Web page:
Diagnosis

A combination of appropriate microbiological and pathological studies is essential for proper diagnosis. A high index of suspicion should be communicated to the microbiology diagnostic laboratory, along with material from draining sinuses, from deep-needle aspiration, or from biopsy specimens. It is important to avoid antimicrobial therapy prior to obtaining a specimen. Anaerobic culture is required, and no selective media are available to restrict overgrowth of the slow-growing Actinomyces by associated microflora. The presence, in pus or tissue specimens, of non-acid-fast, gram-positive organisms with filamentous branching is very suggestive of the diagnosis. The characteristic morphology of sulfur granules and the presence of gram-positive organisms within are helpful. In tissue sections stained with hematoxylin and eosin, sulfur granules are round or oval basophilic masses with a radiating arrangement of eosinophilic terminal "clubs." However, Actinomyces species are infrequently visible in sections stained with hematoxylin and eosin; visualization is facilitated by special stains such as Grocott-Gomori methenamine silver, p-aminosalicylic acid, McCallen-Goodpasture, and Brown-Brenn. Multiple biopsy sections from different tissue levels are recommended to improve histopatho-logic diagnosis. The granules must be distinguished from similar structures that are sometimes produced in infections and that are caused by Nocardia, Monosporium, Cephalosporium, Staphylococcus (botryomycosis), and others. Actinomyces and Arachnia generally can be differentiated from other gram-positive anaerobes by means of growth rate (slow), by catalase production (negative, except A. viscosus), and by gas-liquid chromatographic detection of acetic, lactic, and succinic acids produced in peptone-yeast-glucose broth. Direct fluorescent antibody conjugates and immunofluorescence testing can be used but are not readily available to clinical microbiology laboratories.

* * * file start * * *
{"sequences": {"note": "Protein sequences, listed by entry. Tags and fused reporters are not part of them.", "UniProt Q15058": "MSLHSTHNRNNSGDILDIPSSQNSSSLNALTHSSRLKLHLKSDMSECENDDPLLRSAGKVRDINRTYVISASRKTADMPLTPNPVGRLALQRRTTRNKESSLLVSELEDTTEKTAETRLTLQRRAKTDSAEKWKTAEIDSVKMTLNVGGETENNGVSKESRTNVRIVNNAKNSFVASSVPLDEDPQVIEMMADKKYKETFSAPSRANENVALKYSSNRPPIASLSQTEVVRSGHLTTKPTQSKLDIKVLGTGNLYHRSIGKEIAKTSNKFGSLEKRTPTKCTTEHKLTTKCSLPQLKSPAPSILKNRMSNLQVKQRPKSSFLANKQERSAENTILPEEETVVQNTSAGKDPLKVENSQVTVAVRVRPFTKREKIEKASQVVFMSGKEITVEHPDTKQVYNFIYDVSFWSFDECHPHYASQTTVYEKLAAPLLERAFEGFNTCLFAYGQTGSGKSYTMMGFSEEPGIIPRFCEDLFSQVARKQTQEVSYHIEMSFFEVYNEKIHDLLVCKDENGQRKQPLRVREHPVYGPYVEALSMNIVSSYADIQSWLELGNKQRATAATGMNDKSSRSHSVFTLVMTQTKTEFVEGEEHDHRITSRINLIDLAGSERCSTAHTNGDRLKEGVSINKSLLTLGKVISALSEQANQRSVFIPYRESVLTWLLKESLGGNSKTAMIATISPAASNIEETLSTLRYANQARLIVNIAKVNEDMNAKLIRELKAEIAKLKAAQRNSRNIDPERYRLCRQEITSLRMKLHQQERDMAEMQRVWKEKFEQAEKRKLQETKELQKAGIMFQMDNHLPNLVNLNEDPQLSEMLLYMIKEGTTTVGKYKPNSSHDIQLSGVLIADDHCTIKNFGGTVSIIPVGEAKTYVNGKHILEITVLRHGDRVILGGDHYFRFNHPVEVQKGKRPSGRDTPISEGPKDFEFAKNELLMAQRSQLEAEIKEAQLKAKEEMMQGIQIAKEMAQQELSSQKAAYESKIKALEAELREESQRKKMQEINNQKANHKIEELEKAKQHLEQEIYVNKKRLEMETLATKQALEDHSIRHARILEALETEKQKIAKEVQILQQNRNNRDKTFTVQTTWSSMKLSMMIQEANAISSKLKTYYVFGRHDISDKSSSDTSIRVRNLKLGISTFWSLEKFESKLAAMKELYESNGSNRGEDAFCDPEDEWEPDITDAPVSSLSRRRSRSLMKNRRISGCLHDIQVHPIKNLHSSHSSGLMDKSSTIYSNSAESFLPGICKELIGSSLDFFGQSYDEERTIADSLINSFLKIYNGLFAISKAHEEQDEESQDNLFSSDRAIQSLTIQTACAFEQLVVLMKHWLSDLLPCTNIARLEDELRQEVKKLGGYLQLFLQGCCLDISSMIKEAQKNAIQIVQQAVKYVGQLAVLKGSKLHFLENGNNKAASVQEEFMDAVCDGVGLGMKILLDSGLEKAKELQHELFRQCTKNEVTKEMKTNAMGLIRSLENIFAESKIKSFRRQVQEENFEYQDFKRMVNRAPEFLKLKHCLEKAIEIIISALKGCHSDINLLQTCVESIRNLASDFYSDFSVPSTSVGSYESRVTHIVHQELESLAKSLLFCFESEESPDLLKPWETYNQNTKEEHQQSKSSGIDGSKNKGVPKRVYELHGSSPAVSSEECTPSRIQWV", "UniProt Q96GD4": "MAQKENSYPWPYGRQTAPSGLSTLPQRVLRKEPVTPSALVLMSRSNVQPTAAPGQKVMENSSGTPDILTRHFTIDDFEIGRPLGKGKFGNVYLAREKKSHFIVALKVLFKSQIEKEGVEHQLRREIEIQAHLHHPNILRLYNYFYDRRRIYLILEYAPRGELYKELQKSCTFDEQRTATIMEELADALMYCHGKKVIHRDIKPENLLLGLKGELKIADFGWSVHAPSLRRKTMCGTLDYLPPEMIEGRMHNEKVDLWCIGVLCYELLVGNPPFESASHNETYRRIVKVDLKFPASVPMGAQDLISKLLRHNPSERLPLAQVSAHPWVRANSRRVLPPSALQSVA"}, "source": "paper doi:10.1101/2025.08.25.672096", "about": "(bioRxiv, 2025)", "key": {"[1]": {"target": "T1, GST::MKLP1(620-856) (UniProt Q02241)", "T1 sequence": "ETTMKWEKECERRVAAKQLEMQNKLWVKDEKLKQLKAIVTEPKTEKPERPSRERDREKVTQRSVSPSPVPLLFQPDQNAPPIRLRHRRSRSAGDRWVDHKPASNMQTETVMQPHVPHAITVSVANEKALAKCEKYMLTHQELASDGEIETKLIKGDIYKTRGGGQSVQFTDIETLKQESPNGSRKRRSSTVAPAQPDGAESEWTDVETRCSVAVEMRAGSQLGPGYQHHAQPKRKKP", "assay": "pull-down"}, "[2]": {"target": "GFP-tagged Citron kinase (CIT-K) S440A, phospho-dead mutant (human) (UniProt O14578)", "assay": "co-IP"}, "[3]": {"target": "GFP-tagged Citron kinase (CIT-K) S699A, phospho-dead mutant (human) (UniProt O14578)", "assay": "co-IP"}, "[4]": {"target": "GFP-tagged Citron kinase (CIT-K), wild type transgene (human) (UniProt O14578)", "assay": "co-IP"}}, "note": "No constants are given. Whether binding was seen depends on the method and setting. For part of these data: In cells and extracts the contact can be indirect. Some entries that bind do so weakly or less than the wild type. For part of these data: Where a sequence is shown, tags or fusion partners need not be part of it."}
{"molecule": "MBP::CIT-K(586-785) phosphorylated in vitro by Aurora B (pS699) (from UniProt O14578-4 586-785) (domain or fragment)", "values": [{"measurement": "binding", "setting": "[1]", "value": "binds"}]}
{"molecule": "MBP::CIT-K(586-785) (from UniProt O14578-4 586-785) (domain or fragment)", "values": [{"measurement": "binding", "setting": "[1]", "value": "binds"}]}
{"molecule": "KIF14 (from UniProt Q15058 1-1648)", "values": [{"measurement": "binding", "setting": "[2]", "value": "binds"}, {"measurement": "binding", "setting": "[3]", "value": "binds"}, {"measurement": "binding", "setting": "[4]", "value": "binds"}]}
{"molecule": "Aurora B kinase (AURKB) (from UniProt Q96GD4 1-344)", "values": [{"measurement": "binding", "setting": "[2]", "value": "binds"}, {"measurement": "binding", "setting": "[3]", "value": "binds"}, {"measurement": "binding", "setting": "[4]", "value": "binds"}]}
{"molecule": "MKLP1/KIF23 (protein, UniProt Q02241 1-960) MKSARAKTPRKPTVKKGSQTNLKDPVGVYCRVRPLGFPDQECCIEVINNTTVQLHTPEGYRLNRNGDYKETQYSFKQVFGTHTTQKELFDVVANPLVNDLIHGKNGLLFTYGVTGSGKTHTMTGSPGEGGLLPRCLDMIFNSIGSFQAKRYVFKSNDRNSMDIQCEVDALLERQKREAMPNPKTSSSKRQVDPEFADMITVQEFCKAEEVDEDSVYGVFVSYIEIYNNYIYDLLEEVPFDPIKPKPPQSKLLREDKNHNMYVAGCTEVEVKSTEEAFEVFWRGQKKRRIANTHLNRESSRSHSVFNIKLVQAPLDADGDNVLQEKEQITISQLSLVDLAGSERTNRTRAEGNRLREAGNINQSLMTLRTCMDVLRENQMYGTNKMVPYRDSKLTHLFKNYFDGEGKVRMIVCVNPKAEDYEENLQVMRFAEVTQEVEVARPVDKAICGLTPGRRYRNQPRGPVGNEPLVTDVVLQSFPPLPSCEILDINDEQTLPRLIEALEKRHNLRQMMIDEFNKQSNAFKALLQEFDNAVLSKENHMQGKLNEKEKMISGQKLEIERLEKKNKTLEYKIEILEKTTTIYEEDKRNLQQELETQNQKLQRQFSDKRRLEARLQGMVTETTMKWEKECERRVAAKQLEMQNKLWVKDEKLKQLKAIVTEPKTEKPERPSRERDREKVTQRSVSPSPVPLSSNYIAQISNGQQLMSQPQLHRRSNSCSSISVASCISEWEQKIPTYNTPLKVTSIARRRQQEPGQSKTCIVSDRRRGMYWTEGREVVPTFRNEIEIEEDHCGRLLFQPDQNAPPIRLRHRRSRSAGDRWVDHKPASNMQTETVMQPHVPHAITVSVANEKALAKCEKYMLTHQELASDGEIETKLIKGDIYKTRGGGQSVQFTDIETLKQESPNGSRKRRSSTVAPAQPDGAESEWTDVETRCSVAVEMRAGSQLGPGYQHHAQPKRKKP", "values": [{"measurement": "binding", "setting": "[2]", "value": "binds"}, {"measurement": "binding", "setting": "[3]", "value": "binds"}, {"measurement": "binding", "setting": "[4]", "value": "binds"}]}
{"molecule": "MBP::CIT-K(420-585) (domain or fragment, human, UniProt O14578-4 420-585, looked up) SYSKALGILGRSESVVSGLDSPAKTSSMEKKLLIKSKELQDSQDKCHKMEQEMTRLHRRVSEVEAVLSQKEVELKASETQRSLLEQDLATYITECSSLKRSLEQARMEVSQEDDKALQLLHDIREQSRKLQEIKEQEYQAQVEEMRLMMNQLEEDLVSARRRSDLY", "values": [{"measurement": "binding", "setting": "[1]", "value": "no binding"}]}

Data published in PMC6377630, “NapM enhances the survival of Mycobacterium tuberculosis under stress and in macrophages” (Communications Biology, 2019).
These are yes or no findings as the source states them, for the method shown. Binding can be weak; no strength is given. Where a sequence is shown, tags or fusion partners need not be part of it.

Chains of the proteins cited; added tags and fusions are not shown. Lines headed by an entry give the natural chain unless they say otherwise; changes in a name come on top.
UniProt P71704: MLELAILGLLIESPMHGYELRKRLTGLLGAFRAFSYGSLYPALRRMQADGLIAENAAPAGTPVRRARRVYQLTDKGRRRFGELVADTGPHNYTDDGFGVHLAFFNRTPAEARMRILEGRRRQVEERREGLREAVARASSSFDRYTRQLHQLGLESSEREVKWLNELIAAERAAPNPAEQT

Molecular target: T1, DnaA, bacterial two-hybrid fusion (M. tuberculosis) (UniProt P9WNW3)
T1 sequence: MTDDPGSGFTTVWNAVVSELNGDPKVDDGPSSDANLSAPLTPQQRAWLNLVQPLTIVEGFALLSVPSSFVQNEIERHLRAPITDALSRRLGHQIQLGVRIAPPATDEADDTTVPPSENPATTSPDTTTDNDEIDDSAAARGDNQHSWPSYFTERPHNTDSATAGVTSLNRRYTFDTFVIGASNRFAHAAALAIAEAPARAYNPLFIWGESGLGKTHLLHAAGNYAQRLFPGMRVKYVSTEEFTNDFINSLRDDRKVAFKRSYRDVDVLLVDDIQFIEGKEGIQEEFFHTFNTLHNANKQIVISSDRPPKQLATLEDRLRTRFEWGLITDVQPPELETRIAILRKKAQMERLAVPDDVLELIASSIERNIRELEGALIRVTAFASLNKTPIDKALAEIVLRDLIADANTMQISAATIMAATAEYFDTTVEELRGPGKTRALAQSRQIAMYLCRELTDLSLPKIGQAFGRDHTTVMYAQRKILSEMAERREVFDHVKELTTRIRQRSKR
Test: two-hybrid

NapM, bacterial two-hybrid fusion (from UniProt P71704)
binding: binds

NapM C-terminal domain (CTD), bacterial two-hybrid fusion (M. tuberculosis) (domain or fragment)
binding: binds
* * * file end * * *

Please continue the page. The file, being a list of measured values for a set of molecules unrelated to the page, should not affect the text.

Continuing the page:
Imaging methods such as conventional radiography, CT, and magnetic resonance imaging do not provide a specific diagnosis but allow more accurate definition of the dimensions and extension of the infection.

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